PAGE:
To Jason’s Rice’s Church Family, First Baptist Church
from Pastor Rebert
The following are portions of a letter Pastor read to our church as he shepherded us to respond righteously to the loss of our dear brother Jason Rice.
Deuteronomy 29:29 The secret things belong unto the Lord our God. This means that there are some things in life we will understand and some things we will not understand.
OUR DEAR FRIENDS THE RICES and their extended family are suffering unspeakable grief. On Monday December 15 around 1:00pm, our dear friend and beloved brother Jason Rice ended his life. People’s natural responses to news like this include sorrow, pain, guilt, speculation, and question. The fact is we do not have all the answers. There are secret things that belong to the Lord and we have to be okay with that.
Instead, the God-glorifying response by us who are joined with Rices through our union with Christ is to suffer with them. I Corinthians 12:12, 25-26. You and I need to take on their pain and suffering as if the tragedy happened to us. We must hurt with them, embrace their loss, and support them in ways that will impart grace.
This present ordeal is a learning experience for us all. It a chance for our church to do what the body of Christ was meant to do. Christ is attempting to teach us how to love and deliberately act in difficulty. We cannot repress this and act like it has not happened. It did happen. What we as a church, the living body of Christ, must do is not sinfully react, but deliberately act in a God honoring way.
What does I Corinthians 12:26 “And whether one member suffer, all the members suffer with it” mean to us here at First tonight?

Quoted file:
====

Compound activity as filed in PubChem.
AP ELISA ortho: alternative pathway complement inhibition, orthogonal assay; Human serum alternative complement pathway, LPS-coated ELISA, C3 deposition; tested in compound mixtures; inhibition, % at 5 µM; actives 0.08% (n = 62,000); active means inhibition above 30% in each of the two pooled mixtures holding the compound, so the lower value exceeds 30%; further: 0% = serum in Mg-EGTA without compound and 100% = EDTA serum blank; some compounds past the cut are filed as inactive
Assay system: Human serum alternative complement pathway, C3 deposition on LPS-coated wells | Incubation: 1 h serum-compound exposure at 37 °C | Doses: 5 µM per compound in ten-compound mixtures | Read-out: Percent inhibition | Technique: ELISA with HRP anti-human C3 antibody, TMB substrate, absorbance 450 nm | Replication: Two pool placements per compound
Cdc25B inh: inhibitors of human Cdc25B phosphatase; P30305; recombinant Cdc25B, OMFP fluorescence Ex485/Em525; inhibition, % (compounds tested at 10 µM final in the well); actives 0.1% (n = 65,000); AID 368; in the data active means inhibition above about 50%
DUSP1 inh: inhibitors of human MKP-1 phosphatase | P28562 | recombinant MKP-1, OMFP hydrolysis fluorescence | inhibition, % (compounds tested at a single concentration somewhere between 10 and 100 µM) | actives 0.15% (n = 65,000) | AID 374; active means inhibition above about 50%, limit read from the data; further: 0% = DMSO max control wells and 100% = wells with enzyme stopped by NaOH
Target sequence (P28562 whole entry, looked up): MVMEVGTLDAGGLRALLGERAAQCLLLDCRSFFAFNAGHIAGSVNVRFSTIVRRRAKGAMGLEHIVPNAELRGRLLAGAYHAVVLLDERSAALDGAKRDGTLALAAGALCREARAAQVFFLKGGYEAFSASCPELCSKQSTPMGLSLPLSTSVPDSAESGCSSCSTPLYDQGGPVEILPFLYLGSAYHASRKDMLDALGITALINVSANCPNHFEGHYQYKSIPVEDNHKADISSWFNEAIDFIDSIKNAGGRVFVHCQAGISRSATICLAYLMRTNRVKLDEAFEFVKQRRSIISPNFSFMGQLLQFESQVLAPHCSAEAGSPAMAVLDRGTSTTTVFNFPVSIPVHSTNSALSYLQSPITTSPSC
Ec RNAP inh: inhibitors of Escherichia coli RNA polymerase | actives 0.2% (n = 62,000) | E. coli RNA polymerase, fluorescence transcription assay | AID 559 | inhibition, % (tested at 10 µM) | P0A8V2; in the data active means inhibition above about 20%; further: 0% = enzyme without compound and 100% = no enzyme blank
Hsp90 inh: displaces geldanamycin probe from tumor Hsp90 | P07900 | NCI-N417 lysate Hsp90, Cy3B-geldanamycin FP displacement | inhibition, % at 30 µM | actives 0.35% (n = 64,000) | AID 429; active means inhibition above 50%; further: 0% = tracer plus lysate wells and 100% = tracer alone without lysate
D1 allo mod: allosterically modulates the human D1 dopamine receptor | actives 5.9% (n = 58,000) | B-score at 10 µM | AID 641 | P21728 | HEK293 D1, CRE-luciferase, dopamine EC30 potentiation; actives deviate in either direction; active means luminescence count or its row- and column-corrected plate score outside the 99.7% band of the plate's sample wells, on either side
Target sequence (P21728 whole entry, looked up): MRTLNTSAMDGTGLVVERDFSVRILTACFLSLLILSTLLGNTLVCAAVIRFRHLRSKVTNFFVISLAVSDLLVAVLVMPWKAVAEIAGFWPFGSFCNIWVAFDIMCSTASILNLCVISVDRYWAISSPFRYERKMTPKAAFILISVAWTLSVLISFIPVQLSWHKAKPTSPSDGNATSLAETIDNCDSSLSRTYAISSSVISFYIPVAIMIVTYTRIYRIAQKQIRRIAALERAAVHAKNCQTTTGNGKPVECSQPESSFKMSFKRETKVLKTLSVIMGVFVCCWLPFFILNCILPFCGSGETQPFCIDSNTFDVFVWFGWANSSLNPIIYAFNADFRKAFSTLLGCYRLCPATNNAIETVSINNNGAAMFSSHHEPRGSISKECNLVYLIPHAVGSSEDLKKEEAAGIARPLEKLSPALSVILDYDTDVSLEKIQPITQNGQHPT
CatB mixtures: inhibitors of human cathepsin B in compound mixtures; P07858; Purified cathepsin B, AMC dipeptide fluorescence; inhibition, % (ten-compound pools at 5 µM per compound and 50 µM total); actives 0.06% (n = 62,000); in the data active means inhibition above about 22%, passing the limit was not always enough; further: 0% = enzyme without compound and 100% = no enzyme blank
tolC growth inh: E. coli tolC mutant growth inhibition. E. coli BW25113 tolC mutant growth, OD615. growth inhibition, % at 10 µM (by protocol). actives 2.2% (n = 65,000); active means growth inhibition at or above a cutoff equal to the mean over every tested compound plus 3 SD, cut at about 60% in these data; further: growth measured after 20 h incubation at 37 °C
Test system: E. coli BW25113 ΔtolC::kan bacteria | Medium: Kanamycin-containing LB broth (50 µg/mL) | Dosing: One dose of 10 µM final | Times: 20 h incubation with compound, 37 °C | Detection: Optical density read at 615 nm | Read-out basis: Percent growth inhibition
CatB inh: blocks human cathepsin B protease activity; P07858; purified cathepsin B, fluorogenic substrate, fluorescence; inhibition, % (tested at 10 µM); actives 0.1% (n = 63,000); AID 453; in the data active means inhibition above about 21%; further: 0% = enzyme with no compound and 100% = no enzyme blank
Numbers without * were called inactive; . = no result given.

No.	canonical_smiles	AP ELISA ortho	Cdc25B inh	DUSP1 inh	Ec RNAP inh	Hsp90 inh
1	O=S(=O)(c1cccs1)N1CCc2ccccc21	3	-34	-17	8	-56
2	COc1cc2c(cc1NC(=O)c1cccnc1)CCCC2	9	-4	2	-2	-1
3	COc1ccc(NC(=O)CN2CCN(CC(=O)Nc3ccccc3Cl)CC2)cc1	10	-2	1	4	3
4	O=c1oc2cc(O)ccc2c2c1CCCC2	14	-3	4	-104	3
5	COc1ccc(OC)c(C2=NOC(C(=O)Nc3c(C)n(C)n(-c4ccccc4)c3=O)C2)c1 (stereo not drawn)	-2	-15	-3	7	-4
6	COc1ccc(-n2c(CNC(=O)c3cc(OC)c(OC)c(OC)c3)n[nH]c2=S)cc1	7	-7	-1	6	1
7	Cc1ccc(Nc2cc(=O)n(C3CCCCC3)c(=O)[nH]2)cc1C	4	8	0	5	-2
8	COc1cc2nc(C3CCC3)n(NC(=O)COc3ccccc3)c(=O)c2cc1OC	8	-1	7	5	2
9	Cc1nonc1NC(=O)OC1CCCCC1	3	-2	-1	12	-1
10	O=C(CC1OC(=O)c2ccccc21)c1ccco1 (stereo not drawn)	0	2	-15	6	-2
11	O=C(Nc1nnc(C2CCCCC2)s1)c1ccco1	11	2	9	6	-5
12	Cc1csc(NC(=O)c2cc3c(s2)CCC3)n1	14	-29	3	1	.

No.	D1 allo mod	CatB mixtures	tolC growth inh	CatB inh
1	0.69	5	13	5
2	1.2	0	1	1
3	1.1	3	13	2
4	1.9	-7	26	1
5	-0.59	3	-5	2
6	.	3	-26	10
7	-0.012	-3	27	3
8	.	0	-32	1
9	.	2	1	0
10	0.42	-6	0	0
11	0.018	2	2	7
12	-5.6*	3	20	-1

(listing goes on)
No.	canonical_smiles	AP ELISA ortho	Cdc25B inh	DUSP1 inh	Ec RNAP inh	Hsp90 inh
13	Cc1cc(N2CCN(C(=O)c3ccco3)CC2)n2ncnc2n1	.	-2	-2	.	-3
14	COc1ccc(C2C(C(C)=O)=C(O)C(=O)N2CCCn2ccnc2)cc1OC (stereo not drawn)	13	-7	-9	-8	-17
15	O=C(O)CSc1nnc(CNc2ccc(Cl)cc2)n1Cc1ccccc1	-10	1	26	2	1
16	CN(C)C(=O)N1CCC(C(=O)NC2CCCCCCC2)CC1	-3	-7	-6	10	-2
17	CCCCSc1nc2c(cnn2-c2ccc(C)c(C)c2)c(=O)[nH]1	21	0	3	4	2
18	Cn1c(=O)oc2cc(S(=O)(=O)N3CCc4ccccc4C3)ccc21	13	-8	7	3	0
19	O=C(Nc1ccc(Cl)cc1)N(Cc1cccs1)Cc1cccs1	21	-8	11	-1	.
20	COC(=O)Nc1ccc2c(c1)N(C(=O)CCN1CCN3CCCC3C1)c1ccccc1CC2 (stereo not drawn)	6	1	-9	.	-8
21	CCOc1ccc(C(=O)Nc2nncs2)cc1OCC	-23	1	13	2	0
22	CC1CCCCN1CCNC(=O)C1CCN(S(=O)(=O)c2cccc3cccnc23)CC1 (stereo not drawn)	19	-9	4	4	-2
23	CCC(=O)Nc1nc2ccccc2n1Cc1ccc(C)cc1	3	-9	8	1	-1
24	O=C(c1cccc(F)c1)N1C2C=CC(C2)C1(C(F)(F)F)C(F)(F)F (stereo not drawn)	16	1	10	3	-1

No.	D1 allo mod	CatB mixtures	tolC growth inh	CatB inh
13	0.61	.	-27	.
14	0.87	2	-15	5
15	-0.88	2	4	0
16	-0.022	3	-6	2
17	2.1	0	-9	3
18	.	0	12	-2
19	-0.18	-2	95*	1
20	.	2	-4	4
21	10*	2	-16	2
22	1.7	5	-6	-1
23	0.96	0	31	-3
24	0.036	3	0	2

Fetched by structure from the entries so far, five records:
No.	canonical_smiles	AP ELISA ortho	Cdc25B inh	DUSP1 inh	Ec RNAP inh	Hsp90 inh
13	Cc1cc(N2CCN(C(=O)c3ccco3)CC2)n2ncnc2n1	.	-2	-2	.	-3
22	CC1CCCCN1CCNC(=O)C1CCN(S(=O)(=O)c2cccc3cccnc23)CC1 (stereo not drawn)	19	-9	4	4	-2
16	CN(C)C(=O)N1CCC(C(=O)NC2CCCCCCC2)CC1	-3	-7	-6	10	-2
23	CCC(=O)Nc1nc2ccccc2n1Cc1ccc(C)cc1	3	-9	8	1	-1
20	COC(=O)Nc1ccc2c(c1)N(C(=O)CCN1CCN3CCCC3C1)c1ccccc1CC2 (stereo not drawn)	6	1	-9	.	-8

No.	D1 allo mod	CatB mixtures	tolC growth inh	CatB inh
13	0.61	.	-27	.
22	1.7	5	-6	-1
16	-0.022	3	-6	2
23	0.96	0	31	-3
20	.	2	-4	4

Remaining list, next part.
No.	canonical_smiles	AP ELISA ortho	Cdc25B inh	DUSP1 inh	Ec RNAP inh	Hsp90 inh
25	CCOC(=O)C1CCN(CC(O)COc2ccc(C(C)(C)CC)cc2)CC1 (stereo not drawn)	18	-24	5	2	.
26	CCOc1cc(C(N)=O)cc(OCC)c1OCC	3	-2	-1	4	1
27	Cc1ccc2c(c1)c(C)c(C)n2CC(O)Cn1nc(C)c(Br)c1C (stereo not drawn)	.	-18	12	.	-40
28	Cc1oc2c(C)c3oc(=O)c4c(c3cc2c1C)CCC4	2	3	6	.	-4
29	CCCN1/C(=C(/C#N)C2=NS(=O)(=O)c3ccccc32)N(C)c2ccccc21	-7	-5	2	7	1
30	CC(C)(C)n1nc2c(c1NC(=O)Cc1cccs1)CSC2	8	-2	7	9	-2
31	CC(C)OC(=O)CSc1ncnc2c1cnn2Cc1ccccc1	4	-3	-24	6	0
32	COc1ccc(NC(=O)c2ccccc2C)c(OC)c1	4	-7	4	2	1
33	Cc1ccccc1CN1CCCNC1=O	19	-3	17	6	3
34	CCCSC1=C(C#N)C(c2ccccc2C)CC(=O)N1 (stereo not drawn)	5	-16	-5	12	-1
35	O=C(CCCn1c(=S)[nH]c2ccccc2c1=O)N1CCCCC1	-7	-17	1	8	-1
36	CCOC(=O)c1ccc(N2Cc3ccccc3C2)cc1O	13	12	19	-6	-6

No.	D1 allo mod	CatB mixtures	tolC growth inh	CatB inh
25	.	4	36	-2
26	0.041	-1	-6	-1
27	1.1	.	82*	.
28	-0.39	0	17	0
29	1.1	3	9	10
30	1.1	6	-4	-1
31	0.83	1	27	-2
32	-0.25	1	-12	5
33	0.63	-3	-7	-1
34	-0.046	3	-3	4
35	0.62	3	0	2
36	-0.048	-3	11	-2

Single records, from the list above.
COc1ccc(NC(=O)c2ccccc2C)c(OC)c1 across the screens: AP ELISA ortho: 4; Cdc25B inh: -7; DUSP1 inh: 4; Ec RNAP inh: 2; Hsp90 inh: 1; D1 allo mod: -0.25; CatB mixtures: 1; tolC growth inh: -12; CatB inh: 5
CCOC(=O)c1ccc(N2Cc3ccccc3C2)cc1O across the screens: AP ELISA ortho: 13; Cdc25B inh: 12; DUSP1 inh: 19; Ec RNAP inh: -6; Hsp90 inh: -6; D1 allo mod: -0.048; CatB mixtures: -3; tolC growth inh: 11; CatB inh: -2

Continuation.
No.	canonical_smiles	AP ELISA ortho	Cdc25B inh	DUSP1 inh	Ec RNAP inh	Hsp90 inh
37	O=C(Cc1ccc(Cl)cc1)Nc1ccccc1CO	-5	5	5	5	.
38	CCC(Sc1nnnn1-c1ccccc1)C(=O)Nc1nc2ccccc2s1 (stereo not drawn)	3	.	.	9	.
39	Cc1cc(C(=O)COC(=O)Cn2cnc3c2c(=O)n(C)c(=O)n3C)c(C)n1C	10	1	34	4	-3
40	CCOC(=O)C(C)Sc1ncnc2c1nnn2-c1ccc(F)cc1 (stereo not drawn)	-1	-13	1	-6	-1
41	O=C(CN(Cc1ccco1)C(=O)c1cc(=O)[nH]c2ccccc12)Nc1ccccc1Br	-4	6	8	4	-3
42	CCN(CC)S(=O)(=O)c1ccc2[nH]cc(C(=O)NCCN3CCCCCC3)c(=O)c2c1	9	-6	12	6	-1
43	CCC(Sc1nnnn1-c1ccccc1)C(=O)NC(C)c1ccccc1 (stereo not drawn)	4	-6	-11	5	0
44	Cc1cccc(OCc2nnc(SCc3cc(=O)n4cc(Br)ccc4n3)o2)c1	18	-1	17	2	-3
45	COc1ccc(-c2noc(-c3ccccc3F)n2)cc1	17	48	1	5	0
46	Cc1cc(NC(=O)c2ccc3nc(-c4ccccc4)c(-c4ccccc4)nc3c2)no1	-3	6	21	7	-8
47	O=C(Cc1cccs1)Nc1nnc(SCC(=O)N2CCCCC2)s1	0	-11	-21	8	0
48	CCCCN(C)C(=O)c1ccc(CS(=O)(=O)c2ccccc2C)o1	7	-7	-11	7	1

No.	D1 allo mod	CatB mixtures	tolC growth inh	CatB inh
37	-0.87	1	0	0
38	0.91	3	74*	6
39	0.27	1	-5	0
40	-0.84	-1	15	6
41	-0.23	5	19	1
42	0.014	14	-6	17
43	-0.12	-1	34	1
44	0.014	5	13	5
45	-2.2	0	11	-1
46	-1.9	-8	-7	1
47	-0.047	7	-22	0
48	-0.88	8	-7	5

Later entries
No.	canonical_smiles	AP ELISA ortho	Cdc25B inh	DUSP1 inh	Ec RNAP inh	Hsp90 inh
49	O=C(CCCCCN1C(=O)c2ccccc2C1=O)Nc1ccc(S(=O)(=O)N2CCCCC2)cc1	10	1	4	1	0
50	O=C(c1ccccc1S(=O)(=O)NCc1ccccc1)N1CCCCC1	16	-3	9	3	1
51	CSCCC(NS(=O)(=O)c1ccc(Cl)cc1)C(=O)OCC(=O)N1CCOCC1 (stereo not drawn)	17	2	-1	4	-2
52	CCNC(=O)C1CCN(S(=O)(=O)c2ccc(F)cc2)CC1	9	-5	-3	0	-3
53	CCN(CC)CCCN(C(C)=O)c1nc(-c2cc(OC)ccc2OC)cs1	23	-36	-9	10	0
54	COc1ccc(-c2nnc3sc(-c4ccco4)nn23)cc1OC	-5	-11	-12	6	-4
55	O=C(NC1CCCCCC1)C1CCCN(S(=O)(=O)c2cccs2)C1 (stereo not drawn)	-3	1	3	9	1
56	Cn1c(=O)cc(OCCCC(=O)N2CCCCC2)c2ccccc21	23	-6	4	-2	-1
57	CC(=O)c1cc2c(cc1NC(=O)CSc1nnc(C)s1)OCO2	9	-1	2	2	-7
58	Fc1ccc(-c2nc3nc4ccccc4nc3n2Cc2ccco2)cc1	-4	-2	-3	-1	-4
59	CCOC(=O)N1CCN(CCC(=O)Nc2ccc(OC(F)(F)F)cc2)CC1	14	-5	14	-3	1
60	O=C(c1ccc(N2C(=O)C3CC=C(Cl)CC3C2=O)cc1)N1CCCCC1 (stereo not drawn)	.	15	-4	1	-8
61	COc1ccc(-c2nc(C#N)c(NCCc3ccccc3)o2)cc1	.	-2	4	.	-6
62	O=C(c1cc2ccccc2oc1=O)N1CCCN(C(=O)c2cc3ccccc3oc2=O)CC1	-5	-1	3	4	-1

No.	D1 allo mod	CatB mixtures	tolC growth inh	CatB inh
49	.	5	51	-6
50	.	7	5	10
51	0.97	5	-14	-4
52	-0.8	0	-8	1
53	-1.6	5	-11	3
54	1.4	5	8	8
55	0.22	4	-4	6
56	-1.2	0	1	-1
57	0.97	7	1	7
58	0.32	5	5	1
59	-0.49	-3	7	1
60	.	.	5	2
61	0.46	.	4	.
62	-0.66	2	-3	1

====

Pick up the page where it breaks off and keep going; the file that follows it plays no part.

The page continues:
- We are going to share in the joys and heartbreaks of the Rices together. We will suffer and hurt with them.
- We will hold their family up in prayer so that they might receive comfort, strength, peace, and grace upon grace.
- We will come along side and help them in their trial with physical and emotional provision.
- We will not be silent. We will express words of comfort and love. We may not have words to say, but simply saying “I know there aren’t sufficient words, but I love you and am praying for you” will suffice. We will not ask hurting people questions that they do not have answers for. Questions like “How are you?” can be very tough to answer. We will not offer well meaning sentiments that have no biblical basis.
- We will be patient when grief has broken “decision makers.” When grief debilitates for an extended period of time, we will not demand that people “get over it and get on with their life” because we know a tragedy like this leaves marks that last a lifetime. We will be patient.
- We will speak the truth of the Word in a caring manner. We will not use preachy tones, but extend the truth of the Word that is needed in love.
- We will use discretion when communicating. A family’s tragedy is not time for gossip. I want to admit I was frustrated when Jason’s death was announced on a social media site when it was not anyones else’s right to do so at this time other than his wife’s. This is not the time to let juicy gossip flow through phone lines; it’s a time to grieve and hurt with our body. Spiritual maturity demands discretion.